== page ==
We limit or management to Mule and Whitetail Deer; Eastern and Rio Grande Turkey; pheasant and Bobwhite Quail; goose and duck hunting. We also support crappie, bass and catfish fishing.
While we have dove, teal, prairie chicken, squirrel and rabbits and allow the hunting thereof, these later species we neither lease land for their specific habitat or seek their huntable population densities.
We do not allow the hunting or pursuit of any other animal. This is a matter of two facets. The first is the work hour limitation of the MAHA staff and second the clientele we select to service. We do not promote nor manage for any other type of hunting.
A tough call in our intellectual society that rates fair as equal under all conditions.
Fair in nature has a very different definition than the human understanding of fairness as in nature all creatures are either predator or prey. There are no equals. “Fair” in this case is that the prey animal has the conditions under which it may employ all of its God given capabilities to avoid its predators. There go does the predator have equal access to all of its capabilities to pursue that prey. In nature that answer is yes. A coyote will use superior size, speed, hearing, movement, paws and teeth to detect, overcome and kill to consume a mouse. Hence, it is acceptable for a predator to dominate creatures selectively concentrating on a prey creature well within its capability of pursuit and harvest. This includes man within nature and not always from the societal perspective that says chicken from the grocery store is acceptable but the harvest of a pheasant in the field by shotgun is not.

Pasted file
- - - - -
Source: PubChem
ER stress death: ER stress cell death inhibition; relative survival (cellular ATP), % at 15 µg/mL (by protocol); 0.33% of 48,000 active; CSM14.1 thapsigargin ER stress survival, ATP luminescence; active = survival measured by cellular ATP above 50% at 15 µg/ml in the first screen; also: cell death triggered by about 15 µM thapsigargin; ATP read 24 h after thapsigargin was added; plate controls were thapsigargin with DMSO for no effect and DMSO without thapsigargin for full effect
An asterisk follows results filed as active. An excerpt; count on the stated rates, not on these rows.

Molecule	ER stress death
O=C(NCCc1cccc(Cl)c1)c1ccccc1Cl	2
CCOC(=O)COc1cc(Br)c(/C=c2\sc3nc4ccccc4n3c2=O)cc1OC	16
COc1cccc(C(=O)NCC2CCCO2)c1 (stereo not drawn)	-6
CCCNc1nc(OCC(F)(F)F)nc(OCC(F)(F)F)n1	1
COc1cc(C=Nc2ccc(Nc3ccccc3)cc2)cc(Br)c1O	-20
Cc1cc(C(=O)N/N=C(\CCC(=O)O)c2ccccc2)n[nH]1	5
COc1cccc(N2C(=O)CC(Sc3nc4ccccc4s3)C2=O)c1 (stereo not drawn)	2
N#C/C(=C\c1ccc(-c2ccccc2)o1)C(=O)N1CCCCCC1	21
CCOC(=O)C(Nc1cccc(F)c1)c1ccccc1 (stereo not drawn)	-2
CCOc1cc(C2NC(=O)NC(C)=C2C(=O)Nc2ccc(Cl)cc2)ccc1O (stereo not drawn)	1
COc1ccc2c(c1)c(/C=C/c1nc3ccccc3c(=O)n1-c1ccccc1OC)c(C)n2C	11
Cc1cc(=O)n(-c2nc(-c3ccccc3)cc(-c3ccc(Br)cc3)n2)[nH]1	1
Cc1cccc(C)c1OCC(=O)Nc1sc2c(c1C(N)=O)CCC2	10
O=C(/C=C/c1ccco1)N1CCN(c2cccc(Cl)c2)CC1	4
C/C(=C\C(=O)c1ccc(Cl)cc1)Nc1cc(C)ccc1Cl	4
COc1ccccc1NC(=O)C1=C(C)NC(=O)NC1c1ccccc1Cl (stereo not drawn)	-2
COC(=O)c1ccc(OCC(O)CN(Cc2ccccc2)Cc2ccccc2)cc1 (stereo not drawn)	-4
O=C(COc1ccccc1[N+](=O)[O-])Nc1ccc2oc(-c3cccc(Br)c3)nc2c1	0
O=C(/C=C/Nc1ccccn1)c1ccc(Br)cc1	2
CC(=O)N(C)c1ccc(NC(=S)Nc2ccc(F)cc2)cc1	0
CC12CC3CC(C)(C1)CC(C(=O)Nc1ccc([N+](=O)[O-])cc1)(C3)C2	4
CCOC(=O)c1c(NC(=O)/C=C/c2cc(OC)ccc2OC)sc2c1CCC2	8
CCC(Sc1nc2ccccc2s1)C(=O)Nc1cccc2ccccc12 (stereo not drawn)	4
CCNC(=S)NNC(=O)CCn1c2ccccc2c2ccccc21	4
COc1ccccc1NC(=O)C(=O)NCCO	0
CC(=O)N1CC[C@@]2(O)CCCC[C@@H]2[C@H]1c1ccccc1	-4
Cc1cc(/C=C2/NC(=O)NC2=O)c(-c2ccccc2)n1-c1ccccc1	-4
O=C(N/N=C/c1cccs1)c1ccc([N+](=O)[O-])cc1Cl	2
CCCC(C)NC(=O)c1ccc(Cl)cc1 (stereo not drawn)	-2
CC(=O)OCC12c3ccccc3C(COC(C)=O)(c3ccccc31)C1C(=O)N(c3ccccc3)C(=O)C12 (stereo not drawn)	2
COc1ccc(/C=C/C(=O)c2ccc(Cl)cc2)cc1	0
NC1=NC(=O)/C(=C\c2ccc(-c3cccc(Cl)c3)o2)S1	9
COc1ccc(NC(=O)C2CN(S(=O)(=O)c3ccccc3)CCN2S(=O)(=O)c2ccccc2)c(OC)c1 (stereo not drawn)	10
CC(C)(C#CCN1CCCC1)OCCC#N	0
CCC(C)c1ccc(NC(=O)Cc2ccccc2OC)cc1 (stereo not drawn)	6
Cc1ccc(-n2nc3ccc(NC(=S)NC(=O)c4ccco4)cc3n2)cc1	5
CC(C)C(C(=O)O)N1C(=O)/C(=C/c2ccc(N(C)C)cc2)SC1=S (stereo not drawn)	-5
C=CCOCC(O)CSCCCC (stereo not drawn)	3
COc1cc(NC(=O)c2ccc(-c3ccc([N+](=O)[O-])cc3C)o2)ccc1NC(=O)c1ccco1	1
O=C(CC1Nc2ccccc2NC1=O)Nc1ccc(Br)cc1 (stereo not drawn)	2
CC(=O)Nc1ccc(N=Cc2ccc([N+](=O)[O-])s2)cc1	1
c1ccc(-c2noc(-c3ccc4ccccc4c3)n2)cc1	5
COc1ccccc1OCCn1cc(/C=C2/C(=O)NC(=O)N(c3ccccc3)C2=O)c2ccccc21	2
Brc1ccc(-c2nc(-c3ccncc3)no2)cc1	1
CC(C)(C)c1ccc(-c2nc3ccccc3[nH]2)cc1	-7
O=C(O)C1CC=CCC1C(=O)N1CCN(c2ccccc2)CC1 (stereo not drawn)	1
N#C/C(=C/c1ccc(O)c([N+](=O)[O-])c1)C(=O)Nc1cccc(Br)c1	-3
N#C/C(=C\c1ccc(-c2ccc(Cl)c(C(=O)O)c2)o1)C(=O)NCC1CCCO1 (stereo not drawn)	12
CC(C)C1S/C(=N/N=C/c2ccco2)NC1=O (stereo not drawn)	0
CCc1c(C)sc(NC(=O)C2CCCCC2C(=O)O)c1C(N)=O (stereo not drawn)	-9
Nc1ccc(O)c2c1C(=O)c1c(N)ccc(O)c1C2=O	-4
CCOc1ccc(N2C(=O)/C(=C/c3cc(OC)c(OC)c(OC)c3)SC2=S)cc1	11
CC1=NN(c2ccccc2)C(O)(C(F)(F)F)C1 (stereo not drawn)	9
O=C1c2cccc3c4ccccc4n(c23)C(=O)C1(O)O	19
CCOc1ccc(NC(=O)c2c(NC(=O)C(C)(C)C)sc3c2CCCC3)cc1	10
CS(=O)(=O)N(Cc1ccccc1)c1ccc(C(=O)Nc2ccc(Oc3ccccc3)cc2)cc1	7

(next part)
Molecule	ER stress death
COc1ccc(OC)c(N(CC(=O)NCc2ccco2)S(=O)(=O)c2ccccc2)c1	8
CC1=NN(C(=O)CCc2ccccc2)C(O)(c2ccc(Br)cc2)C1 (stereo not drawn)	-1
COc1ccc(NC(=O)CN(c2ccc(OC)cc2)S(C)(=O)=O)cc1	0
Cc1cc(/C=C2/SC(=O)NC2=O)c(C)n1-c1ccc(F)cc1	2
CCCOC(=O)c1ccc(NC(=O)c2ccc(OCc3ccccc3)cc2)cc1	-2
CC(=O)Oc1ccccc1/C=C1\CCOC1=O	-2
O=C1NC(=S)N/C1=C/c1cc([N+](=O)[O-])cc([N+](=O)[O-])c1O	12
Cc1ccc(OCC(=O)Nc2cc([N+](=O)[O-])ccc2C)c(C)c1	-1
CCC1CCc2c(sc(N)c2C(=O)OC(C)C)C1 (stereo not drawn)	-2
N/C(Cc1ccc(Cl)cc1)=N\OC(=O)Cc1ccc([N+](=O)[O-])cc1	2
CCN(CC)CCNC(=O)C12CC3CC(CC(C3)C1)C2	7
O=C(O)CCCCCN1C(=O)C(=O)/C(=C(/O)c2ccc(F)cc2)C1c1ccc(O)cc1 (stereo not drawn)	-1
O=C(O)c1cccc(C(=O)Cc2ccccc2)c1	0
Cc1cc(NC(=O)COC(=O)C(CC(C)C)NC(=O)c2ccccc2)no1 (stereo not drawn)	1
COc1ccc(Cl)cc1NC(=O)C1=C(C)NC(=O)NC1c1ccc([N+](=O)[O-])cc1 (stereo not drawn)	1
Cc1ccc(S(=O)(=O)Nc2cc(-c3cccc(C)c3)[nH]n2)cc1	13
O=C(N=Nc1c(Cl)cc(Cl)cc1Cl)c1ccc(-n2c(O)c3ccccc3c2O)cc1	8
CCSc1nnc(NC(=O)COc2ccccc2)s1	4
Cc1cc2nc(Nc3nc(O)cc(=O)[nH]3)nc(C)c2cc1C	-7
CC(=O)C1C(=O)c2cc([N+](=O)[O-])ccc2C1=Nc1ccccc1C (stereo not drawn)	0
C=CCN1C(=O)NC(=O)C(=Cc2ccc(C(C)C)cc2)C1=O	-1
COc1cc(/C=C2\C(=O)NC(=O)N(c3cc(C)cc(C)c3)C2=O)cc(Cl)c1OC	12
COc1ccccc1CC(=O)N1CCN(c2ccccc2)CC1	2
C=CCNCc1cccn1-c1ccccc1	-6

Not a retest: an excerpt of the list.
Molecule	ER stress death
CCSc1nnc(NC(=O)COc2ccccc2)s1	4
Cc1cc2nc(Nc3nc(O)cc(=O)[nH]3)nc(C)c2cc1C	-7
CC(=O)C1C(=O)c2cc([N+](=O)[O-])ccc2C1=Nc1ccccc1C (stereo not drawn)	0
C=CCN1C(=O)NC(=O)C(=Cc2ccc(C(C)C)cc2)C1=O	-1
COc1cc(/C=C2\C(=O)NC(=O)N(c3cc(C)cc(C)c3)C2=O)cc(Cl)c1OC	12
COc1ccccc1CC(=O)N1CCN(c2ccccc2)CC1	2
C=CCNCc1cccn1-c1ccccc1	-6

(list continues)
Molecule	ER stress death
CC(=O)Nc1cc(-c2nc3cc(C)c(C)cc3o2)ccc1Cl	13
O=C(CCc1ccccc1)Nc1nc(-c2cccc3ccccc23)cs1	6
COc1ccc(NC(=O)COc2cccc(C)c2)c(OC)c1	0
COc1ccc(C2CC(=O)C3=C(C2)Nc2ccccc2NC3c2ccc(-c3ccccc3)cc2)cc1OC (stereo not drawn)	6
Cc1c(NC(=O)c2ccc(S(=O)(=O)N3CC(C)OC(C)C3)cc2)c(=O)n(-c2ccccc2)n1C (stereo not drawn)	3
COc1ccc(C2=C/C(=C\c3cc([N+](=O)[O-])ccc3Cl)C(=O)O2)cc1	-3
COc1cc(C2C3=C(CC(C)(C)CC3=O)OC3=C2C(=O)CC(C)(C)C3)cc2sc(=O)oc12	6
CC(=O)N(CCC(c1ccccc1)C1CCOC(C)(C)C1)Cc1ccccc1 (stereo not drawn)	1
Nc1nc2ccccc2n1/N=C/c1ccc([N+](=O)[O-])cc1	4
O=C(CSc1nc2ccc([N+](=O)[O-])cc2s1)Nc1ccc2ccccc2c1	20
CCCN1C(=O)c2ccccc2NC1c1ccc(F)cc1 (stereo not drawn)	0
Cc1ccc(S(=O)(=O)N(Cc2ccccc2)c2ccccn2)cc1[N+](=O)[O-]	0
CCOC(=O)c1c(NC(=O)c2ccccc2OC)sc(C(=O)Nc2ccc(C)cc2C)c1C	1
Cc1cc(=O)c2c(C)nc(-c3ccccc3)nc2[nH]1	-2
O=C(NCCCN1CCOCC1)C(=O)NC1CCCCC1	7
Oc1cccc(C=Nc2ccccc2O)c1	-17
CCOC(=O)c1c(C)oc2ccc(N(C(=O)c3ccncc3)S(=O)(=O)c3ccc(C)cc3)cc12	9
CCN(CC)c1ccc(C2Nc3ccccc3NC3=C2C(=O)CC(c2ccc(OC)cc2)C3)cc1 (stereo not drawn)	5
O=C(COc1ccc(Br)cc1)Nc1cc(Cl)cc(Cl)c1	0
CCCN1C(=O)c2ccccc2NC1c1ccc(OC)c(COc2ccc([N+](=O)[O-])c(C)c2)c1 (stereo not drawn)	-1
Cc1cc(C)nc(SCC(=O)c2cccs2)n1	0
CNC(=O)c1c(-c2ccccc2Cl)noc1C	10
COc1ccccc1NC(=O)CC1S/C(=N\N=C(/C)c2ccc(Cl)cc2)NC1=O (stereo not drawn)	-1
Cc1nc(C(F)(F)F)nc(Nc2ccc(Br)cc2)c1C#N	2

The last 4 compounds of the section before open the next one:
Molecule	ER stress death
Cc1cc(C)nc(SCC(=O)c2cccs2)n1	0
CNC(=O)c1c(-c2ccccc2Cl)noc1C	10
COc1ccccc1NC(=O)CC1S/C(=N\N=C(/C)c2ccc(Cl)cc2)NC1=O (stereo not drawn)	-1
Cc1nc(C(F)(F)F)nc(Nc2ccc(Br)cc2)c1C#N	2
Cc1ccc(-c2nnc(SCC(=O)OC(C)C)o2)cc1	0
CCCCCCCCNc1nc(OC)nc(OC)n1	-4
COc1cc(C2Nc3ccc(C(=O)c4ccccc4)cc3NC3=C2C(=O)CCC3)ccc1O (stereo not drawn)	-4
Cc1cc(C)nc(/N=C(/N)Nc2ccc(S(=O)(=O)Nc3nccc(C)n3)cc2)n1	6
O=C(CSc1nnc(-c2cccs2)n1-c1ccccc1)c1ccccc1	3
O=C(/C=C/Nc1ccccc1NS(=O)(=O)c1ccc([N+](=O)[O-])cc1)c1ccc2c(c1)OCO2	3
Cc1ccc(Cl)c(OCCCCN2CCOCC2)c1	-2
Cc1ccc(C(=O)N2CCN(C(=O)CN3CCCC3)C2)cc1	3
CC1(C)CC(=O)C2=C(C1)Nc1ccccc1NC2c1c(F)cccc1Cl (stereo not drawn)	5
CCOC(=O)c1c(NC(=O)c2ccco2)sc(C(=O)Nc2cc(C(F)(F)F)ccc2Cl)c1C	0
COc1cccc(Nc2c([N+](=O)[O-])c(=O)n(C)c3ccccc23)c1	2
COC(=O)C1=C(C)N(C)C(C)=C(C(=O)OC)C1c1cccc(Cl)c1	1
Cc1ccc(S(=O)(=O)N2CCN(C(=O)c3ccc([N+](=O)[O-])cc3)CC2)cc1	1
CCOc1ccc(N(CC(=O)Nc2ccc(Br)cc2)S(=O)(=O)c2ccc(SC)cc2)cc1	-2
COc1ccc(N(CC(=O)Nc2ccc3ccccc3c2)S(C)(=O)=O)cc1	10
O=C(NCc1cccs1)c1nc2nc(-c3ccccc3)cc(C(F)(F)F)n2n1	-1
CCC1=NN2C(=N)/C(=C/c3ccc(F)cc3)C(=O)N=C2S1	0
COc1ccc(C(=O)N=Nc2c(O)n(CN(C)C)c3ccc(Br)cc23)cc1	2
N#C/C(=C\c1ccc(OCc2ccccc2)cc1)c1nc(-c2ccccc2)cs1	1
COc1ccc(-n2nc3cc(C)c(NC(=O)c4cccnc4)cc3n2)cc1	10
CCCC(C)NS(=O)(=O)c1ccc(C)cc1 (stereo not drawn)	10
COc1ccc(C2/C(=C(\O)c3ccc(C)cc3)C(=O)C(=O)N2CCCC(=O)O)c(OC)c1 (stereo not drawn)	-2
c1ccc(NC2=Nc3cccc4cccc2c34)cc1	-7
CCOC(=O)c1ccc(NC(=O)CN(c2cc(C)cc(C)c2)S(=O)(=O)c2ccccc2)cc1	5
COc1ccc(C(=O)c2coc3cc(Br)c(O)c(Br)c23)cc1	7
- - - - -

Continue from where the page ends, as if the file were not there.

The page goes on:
In terms of God’s design of nature, fair is limited to that inherent physical and mental capabilities existent within that creature to metabolize energy and reproduce its own kind, the definition of life. That metabolizing of energy begins with finding, capturing and consuming prey. Within nature this started as a survival (metabolizing energy) activity the superior intellect of man has transcended through agriculture replacing the survival hunting requirement changing it to a recreational activity. While many may perceive man as the only creature seeking recreation through hunting and sometimes at the expense of other creatures he is wrong.